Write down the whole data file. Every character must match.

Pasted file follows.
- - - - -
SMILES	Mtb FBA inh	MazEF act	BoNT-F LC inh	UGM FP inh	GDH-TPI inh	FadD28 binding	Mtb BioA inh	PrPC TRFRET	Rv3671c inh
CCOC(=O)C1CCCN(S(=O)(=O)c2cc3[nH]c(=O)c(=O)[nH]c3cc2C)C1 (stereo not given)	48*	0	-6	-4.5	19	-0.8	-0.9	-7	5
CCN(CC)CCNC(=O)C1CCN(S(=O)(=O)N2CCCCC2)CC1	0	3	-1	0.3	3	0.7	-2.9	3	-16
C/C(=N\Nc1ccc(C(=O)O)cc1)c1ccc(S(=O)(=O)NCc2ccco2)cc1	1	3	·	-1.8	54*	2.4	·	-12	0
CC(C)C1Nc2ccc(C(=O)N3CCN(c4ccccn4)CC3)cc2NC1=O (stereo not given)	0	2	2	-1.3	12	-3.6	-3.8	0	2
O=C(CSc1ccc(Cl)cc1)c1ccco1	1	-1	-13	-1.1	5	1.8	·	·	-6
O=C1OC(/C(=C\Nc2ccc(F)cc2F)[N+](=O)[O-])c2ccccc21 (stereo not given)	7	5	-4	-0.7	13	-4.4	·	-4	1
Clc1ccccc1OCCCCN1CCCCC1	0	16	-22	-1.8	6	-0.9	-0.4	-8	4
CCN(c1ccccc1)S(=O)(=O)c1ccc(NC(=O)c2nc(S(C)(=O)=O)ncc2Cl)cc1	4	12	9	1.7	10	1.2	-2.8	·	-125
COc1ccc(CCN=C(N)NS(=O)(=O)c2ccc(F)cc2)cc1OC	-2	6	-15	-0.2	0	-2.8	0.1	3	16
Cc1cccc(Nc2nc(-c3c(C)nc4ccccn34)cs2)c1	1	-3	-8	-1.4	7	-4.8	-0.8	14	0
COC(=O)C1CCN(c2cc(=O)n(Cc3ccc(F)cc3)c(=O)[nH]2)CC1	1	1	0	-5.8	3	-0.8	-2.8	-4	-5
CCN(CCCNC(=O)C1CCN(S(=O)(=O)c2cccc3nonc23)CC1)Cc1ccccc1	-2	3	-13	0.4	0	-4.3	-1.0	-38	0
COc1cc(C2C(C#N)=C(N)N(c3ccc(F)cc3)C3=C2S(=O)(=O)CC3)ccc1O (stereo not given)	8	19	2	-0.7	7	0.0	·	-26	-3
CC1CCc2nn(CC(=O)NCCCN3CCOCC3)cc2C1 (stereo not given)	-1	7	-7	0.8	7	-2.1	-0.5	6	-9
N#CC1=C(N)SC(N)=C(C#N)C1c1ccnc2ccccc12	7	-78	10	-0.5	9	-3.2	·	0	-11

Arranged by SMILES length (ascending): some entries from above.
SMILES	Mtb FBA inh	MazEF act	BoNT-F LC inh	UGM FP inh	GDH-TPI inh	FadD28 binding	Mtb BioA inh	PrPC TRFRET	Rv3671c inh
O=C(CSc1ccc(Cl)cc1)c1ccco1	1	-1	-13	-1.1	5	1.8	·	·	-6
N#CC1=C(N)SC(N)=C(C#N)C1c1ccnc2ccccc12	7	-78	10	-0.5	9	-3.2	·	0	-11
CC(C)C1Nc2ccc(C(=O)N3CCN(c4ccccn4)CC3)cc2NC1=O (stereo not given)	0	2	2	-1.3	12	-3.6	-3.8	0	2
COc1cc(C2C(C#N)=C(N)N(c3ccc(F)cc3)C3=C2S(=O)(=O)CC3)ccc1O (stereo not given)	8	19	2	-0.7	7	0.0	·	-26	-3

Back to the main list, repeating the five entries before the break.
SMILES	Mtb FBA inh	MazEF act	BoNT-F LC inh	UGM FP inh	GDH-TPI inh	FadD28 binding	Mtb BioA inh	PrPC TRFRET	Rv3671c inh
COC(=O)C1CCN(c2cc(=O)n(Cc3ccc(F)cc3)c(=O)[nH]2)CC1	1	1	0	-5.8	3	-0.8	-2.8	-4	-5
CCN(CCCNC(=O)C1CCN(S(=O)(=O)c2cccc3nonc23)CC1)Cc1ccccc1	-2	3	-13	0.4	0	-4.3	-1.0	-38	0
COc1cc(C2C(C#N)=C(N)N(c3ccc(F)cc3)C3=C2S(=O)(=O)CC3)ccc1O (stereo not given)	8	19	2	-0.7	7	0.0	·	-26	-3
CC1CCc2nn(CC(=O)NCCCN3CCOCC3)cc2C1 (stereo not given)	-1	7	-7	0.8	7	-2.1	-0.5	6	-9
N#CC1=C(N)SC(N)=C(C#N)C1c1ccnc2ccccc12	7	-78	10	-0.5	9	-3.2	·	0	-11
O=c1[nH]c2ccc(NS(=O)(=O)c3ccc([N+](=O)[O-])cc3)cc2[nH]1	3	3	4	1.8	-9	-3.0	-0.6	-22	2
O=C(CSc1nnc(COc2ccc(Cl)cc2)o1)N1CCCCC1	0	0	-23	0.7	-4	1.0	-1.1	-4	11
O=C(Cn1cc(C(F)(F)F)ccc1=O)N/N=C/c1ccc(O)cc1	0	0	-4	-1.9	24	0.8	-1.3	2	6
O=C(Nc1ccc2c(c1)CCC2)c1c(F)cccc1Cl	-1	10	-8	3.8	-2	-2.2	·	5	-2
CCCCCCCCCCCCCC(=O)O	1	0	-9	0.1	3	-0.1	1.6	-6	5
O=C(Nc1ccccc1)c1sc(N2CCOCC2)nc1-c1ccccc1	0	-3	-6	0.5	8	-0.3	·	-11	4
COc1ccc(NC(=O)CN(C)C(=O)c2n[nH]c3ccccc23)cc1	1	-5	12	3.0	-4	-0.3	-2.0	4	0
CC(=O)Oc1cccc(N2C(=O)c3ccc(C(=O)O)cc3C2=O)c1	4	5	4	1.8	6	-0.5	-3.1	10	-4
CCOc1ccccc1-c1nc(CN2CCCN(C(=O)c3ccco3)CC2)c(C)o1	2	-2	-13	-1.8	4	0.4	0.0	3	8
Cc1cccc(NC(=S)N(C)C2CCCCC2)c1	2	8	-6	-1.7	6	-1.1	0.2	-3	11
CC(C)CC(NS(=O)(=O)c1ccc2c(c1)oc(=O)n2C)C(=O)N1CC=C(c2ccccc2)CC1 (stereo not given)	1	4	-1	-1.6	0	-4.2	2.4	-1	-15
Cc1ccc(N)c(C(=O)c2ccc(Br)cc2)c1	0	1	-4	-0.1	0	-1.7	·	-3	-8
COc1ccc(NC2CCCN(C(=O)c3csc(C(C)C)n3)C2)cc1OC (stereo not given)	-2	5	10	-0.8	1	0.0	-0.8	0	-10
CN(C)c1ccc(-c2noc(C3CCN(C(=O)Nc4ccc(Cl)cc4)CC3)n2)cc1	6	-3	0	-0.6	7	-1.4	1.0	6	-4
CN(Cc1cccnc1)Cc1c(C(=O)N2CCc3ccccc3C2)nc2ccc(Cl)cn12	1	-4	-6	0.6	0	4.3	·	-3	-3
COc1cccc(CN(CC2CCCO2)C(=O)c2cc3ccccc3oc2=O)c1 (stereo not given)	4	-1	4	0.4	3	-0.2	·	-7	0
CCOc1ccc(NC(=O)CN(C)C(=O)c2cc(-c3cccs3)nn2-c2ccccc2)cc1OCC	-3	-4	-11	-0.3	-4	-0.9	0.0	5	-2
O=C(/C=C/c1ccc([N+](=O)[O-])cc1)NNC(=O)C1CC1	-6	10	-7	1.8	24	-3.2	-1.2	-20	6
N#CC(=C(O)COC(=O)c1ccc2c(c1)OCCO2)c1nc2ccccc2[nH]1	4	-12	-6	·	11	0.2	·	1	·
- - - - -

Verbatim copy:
SMILES	Mtb FBA inh	MazEF act	BoNT-F LC inh	UGM FP inh	GDH-TPI inh	FadD28 binding	Mtb BioA inh	PrPC TRFRET	Rv3671c inh
CCOC(=O)C1CCCN(S(=O)(=O)c2cc3[nH]c(=O)c(=O)[nH]c3cc2C)C1 (stereo not given)	48*	0	-6	-4.5	19	-0.8	-0.9	-7	5
CCN(CC)CCNC(=O)C1CCN(S(=O)(=O)N2CCCCC2)CC1	0	3	-1	0.3	3	0.7	-2.9	3	-16
C/C(=N\Nc1ccc(C(=O)O)cc1)c1ccc(S(=O)(=O)NCc2ccco2)cc1	1	3	·	-1.8	54*	2.4	·	-12	0
CC(C)C1Nc2ccc(C(=O)N3CCN(c4ccccn4)CC3)cc2NC1=O (stereo not given)	0	2	2	-1.3	12	-3.6	-3.8	0	2
O=C(CSc1ccc(Cl)cc1)c1ccco1	1	-1	-13	-1.1	5	1.8	·	·	-6
O=C1OC(/C(=C\Nc2ccc(F)cc2F)[N+](=O)[O-])c2ccccc21 (stereo not given)	7	5	-4	-0.7	13	-4.4	·	-4	1
Clc1ccccc1OCCCCN1CCCCC1	0	16	-22	-1.8	6	-0.9	-0.4	-8	4
CCN(c1ccccc1)S(=O)(=O)c1ccc(NC(=O)c2nc(S(C)(=O)=O)ncc2Cl)cc1	4	12	9	1.7	10	1.2	-2.8	·	-125
COc1ccc(CCN=C(N)NS(=O)(=O)c2ccc(F)cc2)cc1OC	-2	6	-15	-0.2	0	-2.8	0.1	3	16
Cc1cccc(Nc2nc(-c3c(C)nc4ccccn34)cs2)c1	1	-3	-8	-1.4	7	-4.8	-0.8	14	0
COC(=O)C1CCN(c2cc(=O)n(Cc3ccc(F)cc3)c(=O)[nH]2)CC1	1	1	0	-5.8	3	-0.8	-2.8	-4	-5
CCN(CCCNC(=O)C1CCN(S(=O)(=O)c2cccc3nonc23)CC1)Cc1ccccc1	-2	3	-13	0.4	0	-4.3	-1.0	-38	0
COc1cc(C2C(C#N)=C(N)N(c3ccc(F)cc3)C3=C2S(=O)(=O)CC3)ccc1O (stereo not given)	8	19	2	-0.7	7	0.0	·	-26	-3
CC1CCc2nn(CC(=O)NCCCN3CCOCC3)cc2C1 (stereo not given)	-1	7	-7	0.8	7	-2.1	-0.5	6	-9
N#CC1=C(N)SC(N)=C(C#N)C1c1ccnc2ccccc12	7	-78	10	-0.5	9	-3.2	·	0	-11

Arranged by SMILES length (ascending): some entries from above.
SMILES	Mtb FBA inh	MazEF act	BoNT-F LC inh	UGM FP inh	GDH-TPI inh	FadD28 binding	Mtb BioA inh	PrPC TRFRET	Rv3671c inh
O=C(CSc1ccc(Cl)cc1)c1ccco1	1	-1	-13	-1.1	5	1.8	·	·	-6
N#CC1=C(N)SC(N)=C(C#N)C1c1ccnc2ccccc12	7	-78	10	-0.5	9	-3.2	·	0	-11
CC(C)C1Nc2ccc(C(=O)N3CCN(c4ccccn4)CC3)cc2NC1=O (stereo not given)	0	2	2	-1.3	12	-3.6	-3.8	0	2
COc1cc(C2C(C#N)=C(N)N(c3ccc(F)cc3)C3=C2S(=O)(=O)CC3)ccc1O (stereo not given)	8	19	2	-0.7	7	0.0	·	-26	-3

Back to the main list, repeating the five entries before the break.
SMILES	Mtb FBA inh	MazEF act	BoNT-F LC inh	UGM FP inh	GDH-TPI inh	FadD28 binding	Mtb BioA inh	PrPC TRFRET	Rv3671c inh
COC(=O)C1CCN(c2cc(=O)n(Cc3ccc(F)cc3)c(=O)[nH]2)CC1	1	1	0	-5.8	3	-0.8	-2.8	-4	-5
CCN(CCCNC(=O)C1CCN(S(=O)(=O)c2cccc3nonc23)CC1)Cc1ccccc1	-2	3	-13	0.4	0	-4.3	-1.0	-38	0
COc1cc(C2C(C#N)=C(N)N(c3ccc(F)cc3)C3=C2S(=O)(=O)CC3)ccc1O (stereo not given)	8	19	2	-0.7	7	0.0	·	-26	-3
CC1CCc2nn(CC(=O)NCCCN3CCOCC3)cc2C1 (stereo not given)	-1	7	-7	0.8	7	-2.1	-0.5	6	-9
N#CC1=C(N)SC(N)=C(C#N)C1c1ccnc2ccccc12	7	-78	10	-0.5	9	-3.2	·	0	-11
O=c1[nH]c2ccc(NS(=O)(=O)c3ccc([N+](=O)[O-])cc3)cc2[nH]1	3	3	4	1.8	-9	-3.0	-0.6	-22	2
O=C(CSc1nnc(COc2ccc(Cl)cc2)o1)N1CCCCC1	0	0	-23	0.7	-4	1.0	-1.1	-4	11
O=C(Cn1cc(C(F)(F)F)ccc1=O)N/N=C/c1ccc(O)cc1	0	0	-4	-1.9	24	0.8	-1.3	2	6
O=C(Nc1ccc2c(c1)CCC2)c1c(F)cccc1Cl	-1	10	-8	3.8	-2	-2.2	·	5	-2
CCCCCCCCCCCCCC(=O)O	1	0	-9	0.1	3	-0.1	1.6	-6	5
O=C(Nc1ccccc1)c1sc(N2CCOCC2)nc1-c1ccccc1	0	-3	-6	0.5	8	-0.3	·	-11	4
COc1ccc(NC(=O)CN(C)C(=O)c2n[nH]c3ccccc23)cc1	1	-5	12	3.0	-4	-0.3	-2.0	4	0
CC(=O)Oc1cccc(N2C(=O)c3ccc(C(=O)O)cc3C2=O)c1	4	5	4	1.8	6	-0.5	-3.1	10	-4
CCOc1ccccc1-c1nc(CN2CCCN(C(=O)c3ccco3)CC2)c(C)o1	2	-2	-13	-1.8	4	0.4	0.0	3	8
Cc1cccc(NC(=S)N(C)C2CCCCC2)c1	2	8	-6	-1.7	6	-1.1	0.2	-3	11
CC(C)CC(NS(=O)(=O)c1ccc2c(c1)oc(=O)n2C)C(=O)N1CC=C(c2ccccc2)CC1 (stereo not given)	1	4	-1	-1.6	0	-4.2	2.4	-1	-15
Cc1ccc(N)c(C(=O)c2ccc(Br)cc2)c1	0	1	-4	-0.1	0	-1.7	·	-3	-8
COc1ccc(NC2CCCN(C(=O)c3csc(C(C)C)n3)C2)cc1OC (stereo not given)	-2	5	10	-0.8	1	0.0	-0.8	0	-10
CN(C)c1ccc(-c2noc(C3CCN(C(=O)Nc4ccc(Cl)cc4)CC3)n2)cc1	6	-3	0	-0.6	7	-1.4	1.0	6	-4
CN(Cc1cccnc1)Cc1c(C(=O)N2CCc3ccccc3C2)nc2ccc(Cl)cn12	1	-4	-6	0.6	0	4.3	·	-3	-3
COc1cccc(CN(CC2CCCO2)C(=O)c2cc3ccccc3oc2=O)c1 (stereo not given)	4	-1	4	0.4	3	-0.2	·	-7	0
CCOc1ccc(NC(=O)CN(C)C(=O)c2cc(-c3cccs3)nn2-c2ccccc2)cc1OCC	-3	-4	-11	-0.3	-4	-0.9	0.0	5	-2
O=C(/C=C/c1ccc([N+](=O)[O-])cc1)NNC(=O)C1CC1	-6	10	-7	1.8	24	-3.2	-1.2	-20	6
N#CC(=C(O)COC(=O)c1ccc2c(c1)OCCO2)c1nc2ccccc2[nH]1	4	-12	-6	·	11	0.2	·	1	·